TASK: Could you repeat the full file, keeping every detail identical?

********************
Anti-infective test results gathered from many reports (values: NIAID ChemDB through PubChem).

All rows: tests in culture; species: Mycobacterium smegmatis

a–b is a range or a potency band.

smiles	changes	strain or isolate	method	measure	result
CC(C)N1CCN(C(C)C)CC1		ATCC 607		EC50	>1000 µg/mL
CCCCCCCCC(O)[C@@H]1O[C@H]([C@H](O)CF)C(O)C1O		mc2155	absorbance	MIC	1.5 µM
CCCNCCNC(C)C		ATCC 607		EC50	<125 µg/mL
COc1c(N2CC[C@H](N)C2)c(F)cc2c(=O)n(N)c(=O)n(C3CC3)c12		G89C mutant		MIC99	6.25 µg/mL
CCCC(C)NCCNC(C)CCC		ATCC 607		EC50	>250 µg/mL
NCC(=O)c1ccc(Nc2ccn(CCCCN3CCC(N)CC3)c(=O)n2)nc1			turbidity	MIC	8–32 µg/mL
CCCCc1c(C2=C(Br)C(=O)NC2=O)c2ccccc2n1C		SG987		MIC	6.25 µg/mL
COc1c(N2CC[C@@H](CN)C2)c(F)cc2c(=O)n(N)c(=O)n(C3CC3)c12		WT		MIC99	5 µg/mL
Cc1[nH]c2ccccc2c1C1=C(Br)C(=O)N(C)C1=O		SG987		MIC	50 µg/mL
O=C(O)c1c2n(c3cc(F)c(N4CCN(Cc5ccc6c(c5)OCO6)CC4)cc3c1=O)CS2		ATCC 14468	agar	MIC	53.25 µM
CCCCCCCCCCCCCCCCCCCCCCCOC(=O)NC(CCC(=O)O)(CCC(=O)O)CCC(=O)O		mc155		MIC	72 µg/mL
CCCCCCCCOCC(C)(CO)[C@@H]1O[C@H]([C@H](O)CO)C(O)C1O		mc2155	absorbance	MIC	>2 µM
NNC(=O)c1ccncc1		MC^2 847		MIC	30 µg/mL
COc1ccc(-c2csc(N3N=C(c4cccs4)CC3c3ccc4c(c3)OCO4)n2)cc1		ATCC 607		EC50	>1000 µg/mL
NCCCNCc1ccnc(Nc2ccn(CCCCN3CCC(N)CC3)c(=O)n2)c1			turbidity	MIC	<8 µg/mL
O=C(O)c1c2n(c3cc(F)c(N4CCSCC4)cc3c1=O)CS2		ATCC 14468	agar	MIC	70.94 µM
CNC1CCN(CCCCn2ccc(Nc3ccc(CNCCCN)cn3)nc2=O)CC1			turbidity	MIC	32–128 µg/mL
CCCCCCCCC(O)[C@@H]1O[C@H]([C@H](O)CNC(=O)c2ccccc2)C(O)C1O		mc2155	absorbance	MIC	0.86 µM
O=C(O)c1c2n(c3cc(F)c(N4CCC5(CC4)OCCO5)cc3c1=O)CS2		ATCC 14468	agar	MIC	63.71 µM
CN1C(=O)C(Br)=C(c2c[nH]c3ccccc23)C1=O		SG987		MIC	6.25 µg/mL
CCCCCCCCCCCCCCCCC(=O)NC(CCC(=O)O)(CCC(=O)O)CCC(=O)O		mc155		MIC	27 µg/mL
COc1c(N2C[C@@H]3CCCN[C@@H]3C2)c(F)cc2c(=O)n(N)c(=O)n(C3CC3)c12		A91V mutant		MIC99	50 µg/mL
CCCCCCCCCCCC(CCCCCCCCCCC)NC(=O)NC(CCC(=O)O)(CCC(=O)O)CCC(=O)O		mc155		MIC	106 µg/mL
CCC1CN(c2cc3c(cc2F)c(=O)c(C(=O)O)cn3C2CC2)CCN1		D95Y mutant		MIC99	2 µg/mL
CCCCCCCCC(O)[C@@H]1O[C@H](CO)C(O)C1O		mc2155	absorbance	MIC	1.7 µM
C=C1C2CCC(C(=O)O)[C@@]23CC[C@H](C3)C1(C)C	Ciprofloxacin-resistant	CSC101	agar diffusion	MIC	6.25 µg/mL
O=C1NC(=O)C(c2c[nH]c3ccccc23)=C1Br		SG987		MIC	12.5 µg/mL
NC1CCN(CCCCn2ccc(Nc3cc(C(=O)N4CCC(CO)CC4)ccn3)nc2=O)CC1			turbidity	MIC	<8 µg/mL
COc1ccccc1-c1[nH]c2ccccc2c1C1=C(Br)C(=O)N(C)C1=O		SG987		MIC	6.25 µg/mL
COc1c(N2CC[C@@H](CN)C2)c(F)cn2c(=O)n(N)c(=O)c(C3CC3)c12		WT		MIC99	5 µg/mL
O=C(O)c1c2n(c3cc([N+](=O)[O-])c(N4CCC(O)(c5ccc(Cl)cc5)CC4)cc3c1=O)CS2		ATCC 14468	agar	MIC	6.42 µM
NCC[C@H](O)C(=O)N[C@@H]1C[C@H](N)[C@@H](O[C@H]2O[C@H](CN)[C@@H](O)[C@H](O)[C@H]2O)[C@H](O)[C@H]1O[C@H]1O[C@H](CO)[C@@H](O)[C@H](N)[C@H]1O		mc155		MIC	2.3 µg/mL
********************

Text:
Anti-infective test results gathered from many reports (values: NIAID ChemDB through PubChem).

All rows: tests in culture; species: Mycobacterium smegmatis

a–b is a range or a potency band.

smiles	changes	strain or isolate	method	measure	result
CC(C)N1CCN(C(C)C)CC1		ATCC 607		EC50	>1000 µg/mL
CCCCCCCCC(O)[C@@H]1O[C@H]([C@H](O)CF)C(O)C1O		mc2155	absorbance	MIC	1.5 µM
CCCNCCNC(C)C		ATCC 607		EC50	<125 µg/mL
COc1c(N2CC[C@H](N)C2)c(F)cc2c(=O)n(N)c(=O)n(C3CC3)c12		G89C mutant		MIC99	6.25 µg/mL
CCCC(C)NCCNC(C)CCC		ATCC 607		EC50	>250 µg/mL
NCC(=O)c1ccc(Nc2ccn(CCCCN3CCC(N)CC3)c(=O)n2)nc1			turbidity	MIC	8–32 µg/mL
CCCCc1c(C2=C(Br)C(=O)NC2=O)c2ccccc2n1C		SG987		MIC	6.25 µg/mL
COc1c(N2CC[C@@H](CN)C2)c(F)cc2c(=O)n(N)c(=O)n(C3CC3)c12		WT		MIC99	5 µg/mL
Cc1[nH]c2ccccc2c1C1=C(Br)C(=O)N(C)C1=O		SG987		MIC	50 µg/mL
O=C(O)c1c2n(c3cc(F)c(N4CCN(Cc5ccc6c(c5)OCO6)CC4)cc3c1=O)CS2		ATCC 14468	agar	MIC	53.25 µM
CCCCCCCCCCCCCCCCCCCCCCCOC(=O)NC(CCC(=O)O)(CCC(=O)O)CCC(=O)O		mc155		MIC	72 µg/mL
CCCCCCCCOCC(C)(CO)[C@@H]1O[C@H]([C@H](O)CO)C(O)C1O		mc2155	absorbance	MIC	>2 µM
NNC(=O)c1ccncc1		MC^2 847		MIC	30 µg/mL
COc1ccc(-c2csc(N3N=C(c4cccs4)CC3c3ccc4c(c3)OCO4)n2)cc1		ATCC 607		EC50	>1000 µg/mL
NCCCNCc1ccnc(Nc2ccn(CCCCN3CCC(N)CC3)c(=O)n2)c1			turbidity	MIC	<8 µg/mL
O=C(O)c1c2n(c3cc(F)c(N4CCSCC4)cc3c1=O)CS2		ATCC 14468	agar	MIC	70.94 µM
CNC1CCN(CCCCn2ccc(Nc3ccc(CNCCCN)cn3)nc2=O)CC1			turbidity	MIC	32–128 µg/mL
CCCCCCCCC(O)[C@@H]1O[C@H]([C@H](O)CNC(=O)c2ccccc2)C(O)C1O		mc2155	absorbance	MIC	0.86 µM
O=C(O)c1c2n(c3cc(F)c(N4CCC5(CC4)OCCO5)cc3c1=O)CS2		ATCC 14468	agar	MIC	63.71 µM
CN1C(=O)C(Br)=C(c2c[nH]c3ccccc23)C1=O		SG987		MIC	6.25 µg/mL
CCCCCCCCCCCCCCCCC(=O)NC(CCC(=O)O)(CCC(=O)O)CCC(=O)O		mc155		MIC	27 µg/mL
COc1c(N2C[C@@H]3CCCN[C@@H]3C2)c(F)cc2c(=O)n(N)c(=O)n(C3CC3)c12		A91V mutant		MIC99	50 µg/mL
CCCCCCCCCCCC(CCCCCCCCCCC)NC(=O)NC(CCC(=O)O)(CCC(=O)O)CCC(=O)O		mc155		MIC	106 µg/mL
CCC1CN(c2cc3c(cc2F)c(=O)c(C(=O)O)cn3C2CC2)CCN1		D95Y mutant		MIC99	2 µg/mL
CCCCCCCCC(O)[C@@H]1O[C@H](CO)C(O)C1O		mc2155	absorbance	MIC	1.7 µM
C=C1C2CCC(C(=O)O)[C@@]23CC[C@H](C3)C1(C)C	Ciprofloxacin-resistant	CSC101	agar diffusion	MIC	6.25 µg/mL
O=C1NC(=O)C(c2c[nH]c3ccccc23)=C1Br		SG987		MIC	12.5 µg/mL
NC1CCN(CCCCn2ccc(Nc3cc(C(=O)N4CCC(CO)CC4)ccn3)nc2=O)CC1			turbidity	MIC	<8 µg/mL
COc1ccccc1-c1[nH]c2ccccc2c1C1=C(Br)C(=O)N(C)C1=O		SG987		MIC	6.25 µg/mL
COc1c(N2CC[C@@H](CN)C2)c(F)cn2c(=O)n(N)c(=O)c(C3CC3)c12		WT		MIC99	5 µg/mL
O=C(O)c1c2n(c3cc([N+](=O)[O-])c(N4CCC(O)(c5ccc(Cl)cc5)CC4)cc3c1=O)CS2		ATCC 14468	agar	MIC	6.42 µM
NCC[C@H](O)C(=O)N[C@@H]1C[C@H](N)[C@@H](O[C@H]2O[C@H](CN)[C@@H](O)[C@H](O)[C@H]2O)[C@H](O)[C@H]1O[C@H]1O[C@H](CO)[C@@H](O)[C@H](N)[C@H]1O		mc155		MIC	2.3 µg/mL